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Cleaning old glass-plate negatives

Discussion in 'Everything Film' started by nf3996, Oct 23, 2017.

  1. nf3996

    nf3996 Well-Known Member

    This morning I ‘saved’ about 200 glass-plate negatives that were due to be thrown out later this week. They belonged to someone who has kept them in his loft for the past 36 years and is soon to move house. He had discovered them under the floorboards of his previous house in Woodford, Essex, many years ago.

    I’m still working my way through the negatives, but the majority appear to be images from which to make postcards. From the clothing and cars in some, I’d estimate that they were made in the 1920s. Several have a name scratched on them ‘A Mundy, Photographer, Radstock’, and some quick Googling reveals that there was such a postcard photographer in Somerset at that time. I wonder if Mr Mundy subsequently moved to Woodford.

    The condition of the negatives is pretty awful, as you can imagine after all that time under floorboards and in the loft – plenty of dust and ingrained dirt, and lost of damp stains. On many the emulsion has completely disappeared, or is so crazed and scratched as to be unsalvageable. However, there are a good few that with a bit of TLC could still be scanned and reasonable images produced.

    Apart from sorting the good from the bad, I’ve not attempted to clean any of the negatives yet, and I would be grateful for any suggestions on how to go about cleaning them. I’ve got plenty of ‘duds’ to practice on before moving on to the better images.

    Alan
     
  2. Andrew Flannigan

    Andrew Flannigan Well-Known Member

    My first reaction is don't clean them. I'm pretty sure that anything beyond gently blowing the dust away is likely to do more harm than good. Much better to rephotograph (or scan) them and then work on the copies.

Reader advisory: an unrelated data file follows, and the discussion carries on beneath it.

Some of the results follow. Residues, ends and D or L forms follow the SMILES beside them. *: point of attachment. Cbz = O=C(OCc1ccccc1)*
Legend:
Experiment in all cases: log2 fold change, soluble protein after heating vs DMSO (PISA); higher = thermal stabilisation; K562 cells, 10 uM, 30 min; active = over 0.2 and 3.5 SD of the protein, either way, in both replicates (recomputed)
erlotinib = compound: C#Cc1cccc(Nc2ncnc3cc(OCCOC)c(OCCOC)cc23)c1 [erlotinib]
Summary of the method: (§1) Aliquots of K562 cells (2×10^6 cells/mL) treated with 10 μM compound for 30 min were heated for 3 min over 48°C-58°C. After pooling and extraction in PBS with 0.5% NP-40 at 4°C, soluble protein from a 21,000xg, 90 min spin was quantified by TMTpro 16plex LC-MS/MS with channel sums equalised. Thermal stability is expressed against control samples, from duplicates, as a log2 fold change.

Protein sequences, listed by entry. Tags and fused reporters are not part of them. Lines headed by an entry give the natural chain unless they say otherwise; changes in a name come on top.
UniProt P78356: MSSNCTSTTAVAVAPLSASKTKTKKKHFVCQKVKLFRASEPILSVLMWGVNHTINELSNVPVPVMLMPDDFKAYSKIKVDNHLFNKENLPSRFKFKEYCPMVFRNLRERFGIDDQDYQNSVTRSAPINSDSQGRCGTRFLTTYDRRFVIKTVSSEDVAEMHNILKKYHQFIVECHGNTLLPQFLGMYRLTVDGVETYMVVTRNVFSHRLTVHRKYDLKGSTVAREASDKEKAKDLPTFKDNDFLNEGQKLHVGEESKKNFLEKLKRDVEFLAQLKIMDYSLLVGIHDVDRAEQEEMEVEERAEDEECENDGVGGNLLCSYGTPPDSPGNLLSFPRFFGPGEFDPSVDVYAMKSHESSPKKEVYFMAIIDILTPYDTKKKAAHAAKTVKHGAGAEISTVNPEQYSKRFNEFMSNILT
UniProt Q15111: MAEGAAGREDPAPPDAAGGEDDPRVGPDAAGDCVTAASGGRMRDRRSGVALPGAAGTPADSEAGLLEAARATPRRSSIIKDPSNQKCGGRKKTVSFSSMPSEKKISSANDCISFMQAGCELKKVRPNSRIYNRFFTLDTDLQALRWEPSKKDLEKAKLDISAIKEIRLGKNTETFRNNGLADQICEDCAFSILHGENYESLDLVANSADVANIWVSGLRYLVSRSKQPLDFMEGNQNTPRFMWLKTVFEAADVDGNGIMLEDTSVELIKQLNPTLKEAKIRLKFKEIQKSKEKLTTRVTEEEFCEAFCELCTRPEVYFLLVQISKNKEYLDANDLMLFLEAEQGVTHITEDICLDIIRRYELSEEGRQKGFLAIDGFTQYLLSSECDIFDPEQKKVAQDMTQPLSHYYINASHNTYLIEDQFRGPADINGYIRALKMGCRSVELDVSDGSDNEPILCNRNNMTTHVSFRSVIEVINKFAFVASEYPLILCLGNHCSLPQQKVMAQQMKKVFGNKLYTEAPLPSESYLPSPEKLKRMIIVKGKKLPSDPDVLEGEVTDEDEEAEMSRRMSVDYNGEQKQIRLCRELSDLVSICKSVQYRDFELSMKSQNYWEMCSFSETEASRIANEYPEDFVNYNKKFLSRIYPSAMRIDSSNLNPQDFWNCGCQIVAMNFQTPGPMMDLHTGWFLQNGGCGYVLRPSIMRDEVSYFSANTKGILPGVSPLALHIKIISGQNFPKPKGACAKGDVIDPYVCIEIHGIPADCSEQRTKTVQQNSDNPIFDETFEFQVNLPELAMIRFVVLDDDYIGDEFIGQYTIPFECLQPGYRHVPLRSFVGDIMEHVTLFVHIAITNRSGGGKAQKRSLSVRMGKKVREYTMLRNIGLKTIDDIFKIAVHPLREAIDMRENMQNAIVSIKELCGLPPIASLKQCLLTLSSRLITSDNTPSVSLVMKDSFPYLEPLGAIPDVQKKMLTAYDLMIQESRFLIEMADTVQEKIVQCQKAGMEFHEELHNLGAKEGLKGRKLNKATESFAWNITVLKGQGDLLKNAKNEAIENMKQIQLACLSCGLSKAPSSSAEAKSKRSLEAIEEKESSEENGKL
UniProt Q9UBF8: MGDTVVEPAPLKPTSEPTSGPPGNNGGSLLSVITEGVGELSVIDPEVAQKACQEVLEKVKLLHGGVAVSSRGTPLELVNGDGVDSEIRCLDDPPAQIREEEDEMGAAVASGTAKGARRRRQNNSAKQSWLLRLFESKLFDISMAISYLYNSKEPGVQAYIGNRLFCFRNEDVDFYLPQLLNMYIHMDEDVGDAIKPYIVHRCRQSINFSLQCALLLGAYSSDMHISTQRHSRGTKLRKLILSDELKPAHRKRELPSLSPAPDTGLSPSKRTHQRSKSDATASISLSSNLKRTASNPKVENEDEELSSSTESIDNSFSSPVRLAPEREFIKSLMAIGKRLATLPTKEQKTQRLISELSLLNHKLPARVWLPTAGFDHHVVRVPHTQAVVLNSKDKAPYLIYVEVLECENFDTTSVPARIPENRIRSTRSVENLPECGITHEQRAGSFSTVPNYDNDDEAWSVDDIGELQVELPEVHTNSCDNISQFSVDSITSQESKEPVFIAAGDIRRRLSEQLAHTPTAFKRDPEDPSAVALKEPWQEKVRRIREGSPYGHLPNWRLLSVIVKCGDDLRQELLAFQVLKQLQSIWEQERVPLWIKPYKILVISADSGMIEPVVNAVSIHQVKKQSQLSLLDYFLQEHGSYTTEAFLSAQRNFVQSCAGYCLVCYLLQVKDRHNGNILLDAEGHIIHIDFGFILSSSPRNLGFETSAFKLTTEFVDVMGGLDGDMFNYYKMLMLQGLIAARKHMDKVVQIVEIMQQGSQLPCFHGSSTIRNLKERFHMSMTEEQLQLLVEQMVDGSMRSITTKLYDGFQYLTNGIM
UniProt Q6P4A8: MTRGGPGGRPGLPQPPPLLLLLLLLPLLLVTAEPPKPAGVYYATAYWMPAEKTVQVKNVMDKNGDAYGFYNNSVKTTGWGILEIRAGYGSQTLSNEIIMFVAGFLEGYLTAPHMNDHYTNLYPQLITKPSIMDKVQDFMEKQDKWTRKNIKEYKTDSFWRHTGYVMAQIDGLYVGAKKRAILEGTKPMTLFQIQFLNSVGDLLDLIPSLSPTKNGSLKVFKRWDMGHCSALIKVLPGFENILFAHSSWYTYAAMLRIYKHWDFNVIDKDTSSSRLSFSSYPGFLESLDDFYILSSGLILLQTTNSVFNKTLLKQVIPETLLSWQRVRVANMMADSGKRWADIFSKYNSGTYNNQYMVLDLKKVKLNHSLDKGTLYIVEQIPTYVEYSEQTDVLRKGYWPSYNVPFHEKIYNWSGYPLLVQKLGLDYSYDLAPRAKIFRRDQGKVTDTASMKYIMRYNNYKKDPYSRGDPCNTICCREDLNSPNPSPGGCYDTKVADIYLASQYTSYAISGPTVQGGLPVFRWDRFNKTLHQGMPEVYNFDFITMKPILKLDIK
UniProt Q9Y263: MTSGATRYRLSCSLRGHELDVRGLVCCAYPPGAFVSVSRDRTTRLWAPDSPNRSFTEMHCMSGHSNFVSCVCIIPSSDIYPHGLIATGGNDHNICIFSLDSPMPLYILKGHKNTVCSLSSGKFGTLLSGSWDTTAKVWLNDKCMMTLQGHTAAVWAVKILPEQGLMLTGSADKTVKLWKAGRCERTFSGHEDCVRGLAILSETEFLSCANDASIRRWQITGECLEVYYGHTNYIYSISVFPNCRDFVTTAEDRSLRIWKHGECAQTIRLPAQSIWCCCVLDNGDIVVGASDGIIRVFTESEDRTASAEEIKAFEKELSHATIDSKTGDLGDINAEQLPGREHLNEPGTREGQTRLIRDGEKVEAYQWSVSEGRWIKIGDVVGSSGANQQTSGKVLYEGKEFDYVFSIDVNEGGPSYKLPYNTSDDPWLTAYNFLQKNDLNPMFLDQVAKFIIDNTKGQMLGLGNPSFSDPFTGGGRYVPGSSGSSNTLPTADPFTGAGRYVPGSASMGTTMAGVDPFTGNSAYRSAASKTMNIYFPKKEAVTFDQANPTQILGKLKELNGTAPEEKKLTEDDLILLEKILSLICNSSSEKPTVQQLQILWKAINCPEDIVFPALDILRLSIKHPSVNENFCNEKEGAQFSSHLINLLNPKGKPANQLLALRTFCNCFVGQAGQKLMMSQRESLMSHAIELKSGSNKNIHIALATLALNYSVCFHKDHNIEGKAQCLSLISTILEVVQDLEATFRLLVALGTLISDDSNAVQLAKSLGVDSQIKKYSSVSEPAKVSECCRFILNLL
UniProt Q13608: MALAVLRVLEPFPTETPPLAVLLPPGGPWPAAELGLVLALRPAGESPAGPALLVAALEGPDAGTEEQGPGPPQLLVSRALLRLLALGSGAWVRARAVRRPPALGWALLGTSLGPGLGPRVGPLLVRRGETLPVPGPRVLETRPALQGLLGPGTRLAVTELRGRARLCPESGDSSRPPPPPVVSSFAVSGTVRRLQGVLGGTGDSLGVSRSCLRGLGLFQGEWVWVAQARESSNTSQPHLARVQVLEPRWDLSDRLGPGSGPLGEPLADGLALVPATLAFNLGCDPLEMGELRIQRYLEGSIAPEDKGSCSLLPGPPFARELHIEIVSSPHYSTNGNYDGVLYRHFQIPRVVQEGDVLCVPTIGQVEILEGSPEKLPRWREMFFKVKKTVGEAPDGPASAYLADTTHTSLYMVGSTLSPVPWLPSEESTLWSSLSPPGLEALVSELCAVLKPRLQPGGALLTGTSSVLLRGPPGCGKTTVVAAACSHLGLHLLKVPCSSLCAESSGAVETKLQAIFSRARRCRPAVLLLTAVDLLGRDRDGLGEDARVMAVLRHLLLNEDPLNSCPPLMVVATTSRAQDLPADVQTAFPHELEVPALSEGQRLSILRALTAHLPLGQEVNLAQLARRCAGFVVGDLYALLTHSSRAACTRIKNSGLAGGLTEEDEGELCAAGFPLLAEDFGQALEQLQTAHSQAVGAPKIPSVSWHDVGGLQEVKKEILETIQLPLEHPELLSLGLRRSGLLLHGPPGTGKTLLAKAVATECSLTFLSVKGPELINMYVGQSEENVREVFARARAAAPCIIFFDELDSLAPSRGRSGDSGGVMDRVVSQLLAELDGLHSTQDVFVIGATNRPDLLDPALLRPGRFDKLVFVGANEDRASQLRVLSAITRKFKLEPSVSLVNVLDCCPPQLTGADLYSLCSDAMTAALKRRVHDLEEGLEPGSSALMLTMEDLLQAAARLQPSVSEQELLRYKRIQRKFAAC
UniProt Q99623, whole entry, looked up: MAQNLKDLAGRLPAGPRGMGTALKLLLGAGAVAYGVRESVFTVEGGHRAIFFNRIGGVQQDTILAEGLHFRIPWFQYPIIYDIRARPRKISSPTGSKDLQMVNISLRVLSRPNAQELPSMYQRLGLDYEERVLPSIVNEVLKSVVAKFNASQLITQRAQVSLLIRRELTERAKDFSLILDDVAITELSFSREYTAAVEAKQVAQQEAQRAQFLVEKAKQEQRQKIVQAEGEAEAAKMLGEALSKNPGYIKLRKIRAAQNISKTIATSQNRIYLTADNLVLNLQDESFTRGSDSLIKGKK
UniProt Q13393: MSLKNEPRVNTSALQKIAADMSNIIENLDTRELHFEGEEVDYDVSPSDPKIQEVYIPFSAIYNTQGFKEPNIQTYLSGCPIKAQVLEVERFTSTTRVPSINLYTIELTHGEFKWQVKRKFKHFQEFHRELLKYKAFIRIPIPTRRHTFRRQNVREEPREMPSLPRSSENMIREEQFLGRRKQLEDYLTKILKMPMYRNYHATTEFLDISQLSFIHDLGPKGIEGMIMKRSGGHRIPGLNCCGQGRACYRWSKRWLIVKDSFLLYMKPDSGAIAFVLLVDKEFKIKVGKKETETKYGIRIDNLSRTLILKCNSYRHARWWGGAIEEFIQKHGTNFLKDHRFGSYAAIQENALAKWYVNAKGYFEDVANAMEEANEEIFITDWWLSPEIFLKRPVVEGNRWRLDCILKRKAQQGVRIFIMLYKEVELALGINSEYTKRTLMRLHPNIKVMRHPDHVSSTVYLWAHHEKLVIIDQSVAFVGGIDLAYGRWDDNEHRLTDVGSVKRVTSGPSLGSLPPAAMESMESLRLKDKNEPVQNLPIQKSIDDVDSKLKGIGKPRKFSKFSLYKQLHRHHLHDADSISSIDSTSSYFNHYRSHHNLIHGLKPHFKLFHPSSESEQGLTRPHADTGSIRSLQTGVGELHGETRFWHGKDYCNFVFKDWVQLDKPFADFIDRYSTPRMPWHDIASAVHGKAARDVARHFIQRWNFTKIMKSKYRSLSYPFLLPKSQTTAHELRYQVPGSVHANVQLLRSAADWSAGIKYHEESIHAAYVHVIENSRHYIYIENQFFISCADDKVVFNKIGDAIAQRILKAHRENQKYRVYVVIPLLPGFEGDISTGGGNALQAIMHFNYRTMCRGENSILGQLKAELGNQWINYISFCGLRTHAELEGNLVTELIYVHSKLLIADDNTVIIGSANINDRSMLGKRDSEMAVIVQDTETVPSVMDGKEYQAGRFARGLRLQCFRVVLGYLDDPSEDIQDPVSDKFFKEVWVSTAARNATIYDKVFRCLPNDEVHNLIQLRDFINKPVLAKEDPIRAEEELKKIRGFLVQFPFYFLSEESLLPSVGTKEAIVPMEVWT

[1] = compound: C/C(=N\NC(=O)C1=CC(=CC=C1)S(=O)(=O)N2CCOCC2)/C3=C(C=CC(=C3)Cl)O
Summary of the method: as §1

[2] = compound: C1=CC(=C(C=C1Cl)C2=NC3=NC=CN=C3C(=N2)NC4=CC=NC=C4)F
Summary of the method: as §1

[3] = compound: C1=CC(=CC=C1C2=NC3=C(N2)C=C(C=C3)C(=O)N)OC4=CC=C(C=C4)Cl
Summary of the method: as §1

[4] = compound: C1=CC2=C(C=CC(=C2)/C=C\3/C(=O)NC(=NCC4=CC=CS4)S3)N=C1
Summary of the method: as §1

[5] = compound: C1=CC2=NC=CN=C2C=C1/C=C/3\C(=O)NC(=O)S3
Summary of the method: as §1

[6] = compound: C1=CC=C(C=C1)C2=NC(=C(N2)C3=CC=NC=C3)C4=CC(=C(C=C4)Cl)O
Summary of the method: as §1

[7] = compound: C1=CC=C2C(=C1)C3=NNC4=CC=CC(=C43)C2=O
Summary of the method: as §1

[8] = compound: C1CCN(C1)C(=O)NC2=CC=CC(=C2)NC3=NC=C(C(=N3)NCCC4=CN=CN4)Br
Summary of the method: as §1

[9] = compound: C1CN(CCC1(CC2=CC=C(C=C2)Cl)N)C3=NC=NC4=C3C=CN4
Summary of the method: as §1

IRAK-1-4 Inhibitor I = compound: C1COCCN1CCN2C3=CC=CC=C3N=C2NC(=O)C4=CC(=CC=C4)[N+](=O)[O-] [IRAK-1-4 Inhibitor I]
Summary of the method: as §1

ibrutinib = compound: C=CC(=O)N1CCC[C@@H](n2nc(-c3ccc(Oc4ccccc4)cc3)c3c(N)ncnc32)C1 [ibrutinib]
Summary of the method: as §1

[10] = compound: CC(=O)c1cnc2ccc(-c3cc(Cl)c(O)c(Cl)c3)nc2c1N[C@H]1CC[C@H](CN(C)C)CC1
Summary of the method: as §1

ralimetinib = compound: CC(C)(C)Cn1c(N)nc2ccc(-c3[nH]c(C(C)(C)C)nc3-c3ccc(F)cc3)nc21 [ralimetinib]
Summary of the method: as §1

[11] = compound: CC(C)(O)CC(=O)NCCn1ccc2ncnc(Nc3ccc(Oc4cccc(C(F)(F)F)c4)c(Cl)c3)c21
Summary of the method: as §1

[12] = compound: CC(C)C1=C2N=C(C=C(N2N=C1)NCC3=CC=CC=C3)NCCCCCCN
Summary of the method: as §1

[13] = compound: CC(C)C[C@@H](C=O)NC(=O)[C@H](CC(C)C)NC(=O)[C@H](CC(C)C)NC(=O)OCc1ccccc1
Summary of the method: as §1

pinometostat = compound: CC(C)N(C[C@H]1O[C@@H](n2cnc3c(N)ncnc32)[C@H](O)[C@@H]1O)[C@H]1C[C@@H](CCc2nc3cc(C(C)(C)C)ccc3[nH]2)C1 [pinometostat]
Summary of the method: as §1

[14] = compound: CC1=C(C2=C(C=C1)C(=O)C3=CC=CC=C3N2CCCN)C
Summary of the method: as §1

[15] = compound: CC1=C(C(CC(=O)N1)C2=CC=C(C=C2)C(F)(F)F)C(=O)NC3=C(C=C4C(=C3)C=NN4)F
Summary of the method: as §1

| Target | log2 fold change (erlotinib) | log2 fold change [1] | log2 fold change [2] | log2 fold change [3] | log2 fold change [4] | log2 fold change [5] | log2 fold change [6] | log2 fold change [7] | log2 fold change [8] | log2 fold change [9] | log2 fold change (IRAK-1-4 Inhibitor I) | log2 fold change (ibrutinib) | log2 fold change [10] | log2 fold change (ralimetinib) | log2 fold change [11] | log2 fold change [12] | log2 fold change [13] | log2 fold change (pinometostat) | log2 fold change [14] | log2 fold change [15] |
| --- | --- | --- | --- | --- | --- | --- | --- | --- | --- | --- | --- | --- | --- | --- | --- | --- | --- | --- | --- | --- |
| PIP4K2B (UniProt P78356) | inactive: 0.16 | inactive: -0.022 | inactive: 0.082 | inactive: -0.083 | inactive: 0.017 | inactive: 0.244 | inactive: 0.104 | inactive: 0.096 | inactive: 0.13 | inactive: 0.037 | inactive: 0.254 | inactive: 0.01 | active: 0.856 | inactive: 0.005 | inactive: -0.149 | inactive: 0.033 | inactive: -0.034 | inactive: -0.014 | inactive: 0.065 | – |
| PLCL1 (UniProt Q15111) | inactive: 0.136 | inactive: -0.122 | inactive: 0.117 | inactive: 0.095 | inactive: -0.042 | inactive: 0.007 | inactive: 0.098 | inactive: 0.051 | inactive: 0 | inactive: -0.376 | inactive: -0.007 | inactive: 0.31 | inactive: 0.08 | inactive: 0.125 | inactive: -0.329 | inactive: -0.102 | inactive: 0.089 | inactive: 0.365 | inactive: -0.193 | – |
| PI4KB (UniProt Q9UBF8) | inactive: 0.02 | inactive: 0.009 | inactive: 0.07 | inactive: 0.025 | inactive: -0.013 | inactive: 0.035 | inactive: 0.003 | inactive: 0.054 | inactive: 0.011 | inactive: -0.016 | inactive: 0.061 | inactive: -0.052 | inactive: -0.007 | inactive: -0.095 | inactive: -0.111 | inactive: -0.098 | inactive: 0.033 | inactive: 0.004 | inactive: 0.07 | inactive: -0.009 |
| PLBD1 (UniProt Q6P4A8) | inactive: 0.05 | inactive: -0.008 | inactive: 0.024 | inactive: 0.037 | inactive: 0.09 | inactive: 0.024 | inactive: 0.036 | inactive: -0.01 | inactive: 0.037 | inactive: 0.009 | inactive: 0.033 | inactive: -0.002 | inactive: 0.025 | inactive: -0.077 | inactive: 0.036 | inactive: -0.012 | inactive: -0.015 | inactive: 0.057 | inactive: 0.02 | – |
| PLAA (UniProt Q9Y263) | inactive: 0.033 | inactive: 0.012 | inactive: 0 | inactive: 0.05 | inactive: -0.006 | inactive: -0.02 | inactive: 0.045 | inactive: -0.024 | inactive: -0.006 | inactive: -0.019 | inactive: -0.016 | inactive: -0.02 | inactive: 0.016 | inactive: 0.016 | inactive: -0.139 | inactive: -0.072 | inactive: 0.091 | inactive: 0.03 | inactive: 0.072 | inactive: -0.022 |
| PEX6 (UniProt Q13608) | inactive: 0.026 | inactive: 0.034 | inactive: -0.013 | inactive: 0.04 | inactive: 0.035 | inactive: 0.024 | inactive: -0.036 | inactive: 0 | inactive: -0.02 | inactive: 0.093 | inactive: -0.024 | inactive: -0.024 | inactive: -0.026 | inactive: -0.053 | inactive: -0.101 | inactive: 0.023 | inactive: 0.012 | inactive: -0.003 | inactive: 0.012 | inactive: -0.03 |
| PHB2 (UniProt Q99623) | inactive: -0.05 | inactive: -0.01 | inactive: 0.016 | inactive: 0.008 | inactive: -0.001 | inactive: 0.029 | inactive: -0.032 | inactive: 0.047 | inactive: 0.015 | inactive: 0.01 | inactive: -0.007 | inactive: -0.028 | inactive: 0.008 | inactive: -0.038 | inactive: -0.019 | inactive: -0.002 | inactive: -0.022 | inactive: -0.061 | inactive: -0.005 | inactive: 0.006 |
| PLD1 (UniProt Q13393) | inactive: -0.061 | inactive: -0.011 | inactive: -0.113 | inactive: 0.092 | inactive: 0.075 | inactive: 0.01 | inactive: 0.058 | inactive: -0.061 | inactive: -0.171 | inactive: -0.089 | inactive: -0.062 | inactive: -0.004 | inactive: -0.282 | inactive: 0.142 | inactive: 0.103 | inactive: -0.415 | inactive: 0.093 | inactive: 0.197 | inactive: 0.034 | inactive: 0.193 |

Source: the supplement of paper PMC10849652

3. nf3996

    nf3996 Well-Known Member

    I agree. I don't intend to touch the emulsion side - apart from removing the dust - but the plain glass side on most is pretty mucky too. Would a moist paper towel on the non-emulsion side be too risky?
     
  4. PeteRob

    PeteRob Well-Known Member

    If you have a local museum they may be able to advise on conservation.
     
  5. nimbus

    nimbus Well-Known Member

    The non-emulsion side is to all intents and purposes plain glass. As such it is not particularly vulnerable, the emulsion side is another matter entirely, as you are already fully aware.
     
  6. Roger Hicks

    Roger Hicks Well-Known Member

    On the glass side, alcohol or even window cleaner. Just don't let it get on the emulsion side. On the emulsion side, (a) brushing with a soft brush and (b) PEC-12. I have never used the latter but I have heard many speak well of it, even for glass plates which the site recommends against: test it on a real scrapper. ALWAYS scan before ANY attempt at cleaning, though.

    Cheers,

    R.
     
  7. gray1720

    gray1720 Well-Known Member

    Do please share them when you get going - I love that sort of thing, have some of my great grandfather's glass plates.

    Sadly, it sounds as though most of them are going to be Somerset scenes - my area of interest is Essex, I think I've a few old ones in my Flickr (see link below, not going to add myself as am at w**k) - but they are often fascinating little windows into time.

    Adrian
     
  8. nf3996

    nf3996 Well-Known Member

    Thank you for your suggestions. I'll proceed slowly and carefully! The photographer was quite well travelled, as the scenes include Somerset, Wales, Essex and London, plus quite a few of Bourneville near Birmingham (and quite a few anonymous places). Unfortunately, many of the images are in worse condition that I expected, but I'm still hoping some will be salvageable.

    Alan
     

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